We seem to have a posting about smartphones once every six weeks or so, which is probably a good indication of how much that topic dominates tech news these days. Smartphones are great for mobile Internet and for other forms of communication, even phone calls (believe it or not). But smartphones are also increasingly becoming key components of the Internet of things, because they contain many sensors that the smartphone owner may only occasionally use, but are continuously gathering data that can be very handy when used for purposes that you may not have considered.
- Smartphone innovation: Where we’re going next (CNET/Jessica Dolcourt) “You may have never given two thoughts to the sensors that come on your smartphone. They don’t mind. They’re still there anyway, computing data on your phone’s movement and speed, rotation, and lighting conditions. These under-appreciated components – the gyroscope, accelerometer, magnetometer, and so forth – are starting to get more friends in the neighborhood.”
- ShutterBox turns your Android phone into a sophisticated, sensor-laden remote camera trigger (TechCrunch/Darrell Etherington) “The ShutterBox is an extension of that tech, which features a hot shoe-mounted receiver box [attached to a camera] that communicates wirelessly with your Android smartphone via Bluetooth. It uses the phone’s built-in sensors for triggering automatic shutter activation, including light sensors for lightning, as well as motion detection for capturing wildlife or other movement-based events.”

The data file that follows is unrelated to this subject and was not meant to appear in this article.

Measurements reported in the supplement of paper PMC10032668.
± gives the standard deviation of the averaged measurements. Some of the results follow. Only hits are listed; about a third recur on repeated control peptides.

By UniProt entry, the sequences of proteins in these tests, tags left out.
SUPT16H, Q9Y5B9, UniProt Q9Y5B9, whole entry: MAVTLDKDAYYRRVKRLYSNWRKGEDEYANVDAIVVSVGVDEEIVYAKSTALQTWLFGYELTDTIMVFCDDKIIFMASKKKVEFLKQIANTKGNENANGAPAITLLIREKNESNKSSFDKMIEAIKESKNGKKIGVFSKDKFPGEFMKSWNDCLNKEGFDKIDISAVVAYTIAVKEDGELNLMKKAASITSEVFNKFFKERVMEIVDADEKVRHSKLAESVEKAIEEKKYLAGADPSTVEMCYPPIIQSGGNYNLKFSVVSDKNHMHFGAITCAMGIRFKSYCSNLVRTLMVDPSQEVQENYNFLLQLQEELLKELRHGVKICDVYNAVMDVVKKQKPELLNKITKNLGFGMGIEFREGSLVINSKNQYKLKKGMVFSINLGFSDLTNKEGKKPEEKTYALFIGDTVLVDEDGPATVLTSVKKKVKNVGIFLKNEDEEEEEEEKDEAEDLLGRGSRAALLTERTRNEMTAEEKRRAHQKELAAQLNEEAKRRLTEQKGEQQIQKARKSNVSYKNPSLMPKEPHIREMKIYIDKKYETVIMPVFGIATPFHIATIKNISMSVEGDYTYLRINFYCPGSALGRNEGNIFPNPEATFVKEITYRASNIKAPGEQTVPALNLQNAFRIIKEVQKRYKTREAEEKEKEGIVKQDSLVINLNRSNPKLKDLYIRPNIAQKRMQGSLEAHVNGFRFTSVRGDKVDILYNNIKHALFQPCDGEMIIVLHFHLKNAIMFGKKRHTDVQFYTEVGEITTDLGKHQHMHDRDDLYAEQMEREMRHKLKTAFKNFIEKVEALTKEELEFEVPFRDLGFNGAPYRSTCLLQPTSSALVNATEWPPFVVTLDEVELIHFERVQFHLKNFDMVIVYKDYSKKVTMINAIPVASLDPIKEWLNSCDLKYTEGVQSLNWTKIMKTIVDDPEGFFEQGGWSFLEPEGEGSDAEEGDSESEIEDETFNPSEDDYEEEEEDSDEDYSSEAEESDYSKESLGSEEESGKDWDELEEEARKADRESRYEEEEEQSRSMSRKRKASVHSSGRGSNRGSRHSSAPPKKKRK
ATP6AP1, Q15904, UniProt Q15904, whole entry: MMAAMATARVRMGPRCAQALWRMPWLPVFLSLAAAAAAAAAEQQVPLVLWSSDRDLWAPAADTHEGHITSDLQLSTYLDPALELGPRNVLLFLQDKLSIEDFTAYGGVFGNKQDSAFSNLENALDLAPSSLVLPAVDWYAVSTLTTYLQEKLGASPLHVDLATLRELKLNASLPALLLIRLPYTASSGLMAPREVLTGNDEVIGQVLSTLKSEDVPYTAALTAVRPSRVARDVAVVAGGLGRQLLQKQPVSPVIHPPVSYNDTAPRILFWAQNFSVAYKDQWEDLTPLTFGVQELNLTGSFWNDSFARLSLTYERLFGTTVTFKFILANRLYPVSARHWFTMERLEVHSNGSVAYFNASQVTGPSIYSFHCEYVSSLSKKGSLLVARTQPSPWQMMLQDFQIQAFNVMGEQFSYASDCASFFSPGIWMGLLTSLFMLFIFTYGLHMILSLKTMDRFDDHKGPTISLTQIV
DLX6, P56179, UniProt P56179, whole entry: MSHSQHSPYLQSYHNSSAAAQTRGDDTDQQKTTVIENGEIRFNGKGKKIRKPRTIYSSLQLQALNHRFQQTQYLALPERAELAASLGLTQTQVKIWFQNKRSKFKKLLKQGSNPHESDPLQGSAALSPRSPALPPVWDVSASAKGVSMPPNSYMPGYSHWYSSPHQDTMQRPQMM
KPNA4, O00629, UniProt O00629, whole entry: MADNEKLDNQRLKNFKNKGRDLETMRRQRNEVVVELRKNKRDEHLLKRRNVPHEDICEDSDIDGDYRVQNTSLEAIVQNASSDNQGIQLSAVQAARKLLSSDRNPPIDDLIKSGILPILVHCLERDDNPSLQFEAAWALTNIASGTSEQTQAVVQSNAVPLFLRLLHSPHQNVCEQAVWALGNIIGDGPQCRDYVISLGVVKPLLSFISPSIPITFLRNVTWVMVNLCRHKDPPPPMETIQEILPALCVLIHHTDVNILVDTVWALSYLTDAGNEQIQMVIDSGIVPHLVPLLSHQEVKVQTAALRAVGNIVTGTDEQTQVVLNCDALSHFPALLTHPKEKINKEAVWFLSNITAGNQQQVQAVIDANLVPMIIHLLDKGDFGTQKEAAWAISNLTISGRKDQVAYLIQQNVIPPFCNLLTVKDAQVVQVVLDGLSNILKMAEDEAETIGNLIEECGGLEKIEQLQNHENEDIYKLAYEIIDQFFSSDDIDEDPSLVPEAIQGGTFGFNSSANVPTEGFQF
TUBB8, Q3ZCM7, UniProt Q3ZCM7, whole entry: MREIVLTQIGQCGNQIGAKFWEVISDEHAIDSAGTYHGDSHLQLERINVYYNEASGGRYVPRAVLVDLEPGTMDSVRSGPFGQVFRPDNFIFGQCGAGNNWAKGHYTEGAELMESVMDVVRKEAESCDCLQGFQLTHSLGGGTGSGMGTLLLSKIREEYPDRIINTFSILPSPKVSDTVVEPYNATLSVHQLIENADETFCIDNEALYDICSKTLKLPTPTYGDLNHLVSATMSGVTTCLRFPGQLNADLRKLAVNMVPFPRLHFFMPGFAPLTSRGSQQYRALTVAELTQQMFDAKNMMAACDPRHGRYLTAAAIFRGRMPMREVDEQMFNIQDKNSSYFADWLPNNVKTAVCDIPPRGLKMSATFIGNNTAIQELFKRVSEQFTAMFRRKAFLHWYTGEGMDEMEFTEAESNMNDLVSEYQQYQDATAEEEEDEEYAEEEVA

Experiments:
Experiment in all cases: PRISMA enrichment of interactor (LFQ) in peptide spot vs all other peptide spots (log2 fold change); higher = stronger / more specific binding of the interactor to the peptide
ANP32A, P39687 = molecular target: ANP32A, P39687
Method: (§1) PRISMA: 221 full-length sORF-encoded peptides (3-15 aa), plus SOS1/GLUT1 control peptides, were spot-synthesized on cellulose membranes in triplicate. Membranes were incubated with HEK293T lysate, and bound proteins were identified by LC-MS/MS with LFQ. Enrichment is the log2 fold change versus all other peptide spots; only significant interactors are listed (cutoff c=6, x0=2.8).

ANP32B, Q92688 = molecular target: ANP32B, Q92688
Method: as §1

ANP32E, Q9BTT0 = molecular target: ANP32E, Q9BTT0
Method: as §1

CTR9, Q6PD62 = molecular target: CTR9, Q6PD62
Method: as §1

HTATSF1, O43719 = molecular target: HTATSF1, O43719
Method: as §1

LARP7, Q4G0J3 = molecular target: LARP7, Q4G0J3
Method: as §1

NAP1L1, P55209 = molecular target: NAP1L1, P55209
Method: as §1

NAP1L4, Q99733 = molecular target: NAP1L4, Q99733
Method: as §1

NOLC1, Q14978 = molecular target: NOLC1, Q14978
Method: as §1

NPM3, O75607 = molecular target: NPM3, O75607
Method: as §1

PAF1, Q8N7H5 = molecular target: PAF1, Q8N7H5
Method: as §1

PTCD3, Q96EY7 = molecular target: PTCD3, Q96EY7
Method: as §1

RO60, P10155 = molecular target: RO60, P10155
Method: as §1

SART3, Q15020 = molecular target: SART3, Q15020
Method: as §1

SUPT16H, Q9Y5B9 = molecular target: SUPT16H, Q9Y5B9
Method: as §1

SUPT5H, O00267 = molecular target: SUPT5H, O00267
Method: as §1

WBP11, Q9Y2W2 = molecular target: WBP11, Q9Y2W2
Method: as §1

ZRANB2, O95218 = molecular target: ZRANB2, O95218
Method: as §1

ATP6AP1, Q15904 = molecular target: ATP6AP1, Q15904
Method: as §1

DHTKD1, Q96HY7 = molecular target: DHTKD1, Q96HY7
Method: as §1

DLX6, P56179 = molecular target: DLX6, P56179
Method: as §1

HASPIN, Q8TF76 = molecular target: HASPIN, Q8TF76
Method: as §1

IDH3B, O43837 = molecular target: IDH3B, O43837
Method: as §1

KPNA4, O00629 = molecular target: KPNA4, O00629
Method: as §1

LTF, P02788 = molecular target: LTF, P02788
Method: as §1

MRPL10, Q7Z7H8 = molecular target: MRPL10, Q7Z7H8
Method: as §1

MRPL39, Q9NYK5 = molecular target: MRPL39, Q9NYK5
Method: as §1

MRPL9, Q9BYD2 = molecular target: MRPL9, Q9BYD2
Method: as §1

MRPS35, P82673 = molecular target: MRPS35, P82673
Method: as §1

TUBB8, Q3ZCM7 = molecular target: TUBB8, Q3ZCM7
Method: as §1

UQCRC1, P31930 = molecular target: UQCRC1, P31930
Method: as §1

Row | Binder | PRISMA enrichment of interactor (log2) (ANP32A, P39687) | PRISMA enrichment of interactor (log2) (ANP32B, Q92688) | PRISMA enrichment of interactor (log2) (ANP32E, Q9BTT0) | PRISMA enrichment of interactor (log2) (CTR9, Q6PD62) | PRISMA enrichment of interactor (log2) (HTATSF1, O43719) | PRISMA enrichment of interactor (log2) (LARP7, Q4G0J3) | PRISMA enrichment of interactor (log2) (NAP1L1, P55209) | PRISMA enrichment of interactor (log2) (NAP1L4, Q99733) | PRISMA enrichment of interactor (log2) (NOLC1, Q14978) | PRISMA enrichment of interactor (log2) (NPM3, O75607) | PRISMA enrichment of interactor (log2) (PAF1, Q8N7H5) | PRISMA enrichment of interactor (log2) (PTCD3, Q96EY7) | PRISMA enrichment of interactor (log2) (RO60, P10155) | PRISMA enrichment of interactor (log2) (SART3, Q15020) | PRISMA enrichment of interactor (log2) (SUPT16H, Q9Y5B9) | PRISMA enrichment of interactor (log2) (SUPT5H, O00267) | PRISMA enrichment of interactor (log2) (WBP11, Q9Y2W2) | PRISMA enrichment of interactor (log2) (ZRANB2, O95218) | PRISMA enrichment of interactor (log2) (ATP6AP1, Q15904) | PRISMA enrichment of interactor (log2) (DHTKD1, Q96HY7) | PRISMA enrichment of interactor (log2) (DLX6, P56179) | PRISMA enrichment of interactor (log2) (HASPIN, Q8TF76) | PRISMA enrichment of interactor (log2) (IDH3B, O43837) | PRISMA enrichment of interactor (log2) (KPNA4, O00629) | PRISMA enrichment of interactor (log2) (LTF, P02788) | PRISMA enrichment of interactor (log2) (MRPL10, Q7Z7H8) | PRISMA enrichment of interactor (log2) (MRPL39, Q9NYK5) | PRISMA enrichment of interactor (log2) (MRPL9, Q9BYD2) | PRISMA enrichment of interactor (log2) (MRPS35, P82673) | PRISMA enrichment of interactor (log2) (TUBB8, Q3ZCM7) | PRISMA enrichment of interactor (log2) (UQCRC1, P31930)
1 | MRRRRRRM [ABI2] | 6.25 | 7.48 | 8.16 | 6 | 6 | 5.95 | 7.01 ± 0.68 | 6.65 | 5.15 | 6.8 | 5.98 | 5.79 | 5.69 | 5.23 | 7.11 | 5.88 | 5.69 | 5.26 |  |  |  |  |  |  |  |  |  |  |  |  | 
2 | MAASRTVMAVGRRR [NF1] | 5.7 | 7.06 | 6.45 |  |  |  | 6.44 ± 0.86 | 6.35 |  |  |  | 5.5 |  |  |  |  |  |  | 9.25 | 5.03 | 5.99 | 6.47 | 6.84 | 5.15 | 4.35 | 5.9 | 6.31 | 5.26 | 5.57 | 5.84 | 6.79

- New smartphone camera could have system to sense depth perception (Tribune-Review/Troy Wolverton) “But because of their small size and, in some cases, high resolution, the new cameras could be used in a wide range of other applications. In the future, they could be employed in more precise versions of Microsoft’s Kinect, the gesture-sensing game controller; in cars as collision-preventing backup cameras; as identification systems that can precisely distinguish individual faces; and in a kind of three-dimensional scanner for 3-D printing.”
- Sensors in smartphones: Galaxy S4 adds pressure, temperature, and humidity sensors (Singularity Hub/Jason Dorrier) “Why couldn’t these sensors do for weather what Google Maps does for traffic? As readers likely know, Google strips smartphone GPS data of personal information, assembles it, and sends it back to users as real-time traffic estimates. The results are increasingly accurate traffic forecasts and route time estimates–a serious improvement on chopper reports from the local radio station. Using millions of smartphone data points, developers could knock out apps rendering detailed heat, humidity, and pressure maps and bundle them into weather apps.”
Sales of microelectromechanical systems (MEMS), which is another way to say “sensors,” saw double-digit growth last year, largely because of their use in mobile phones and tablets.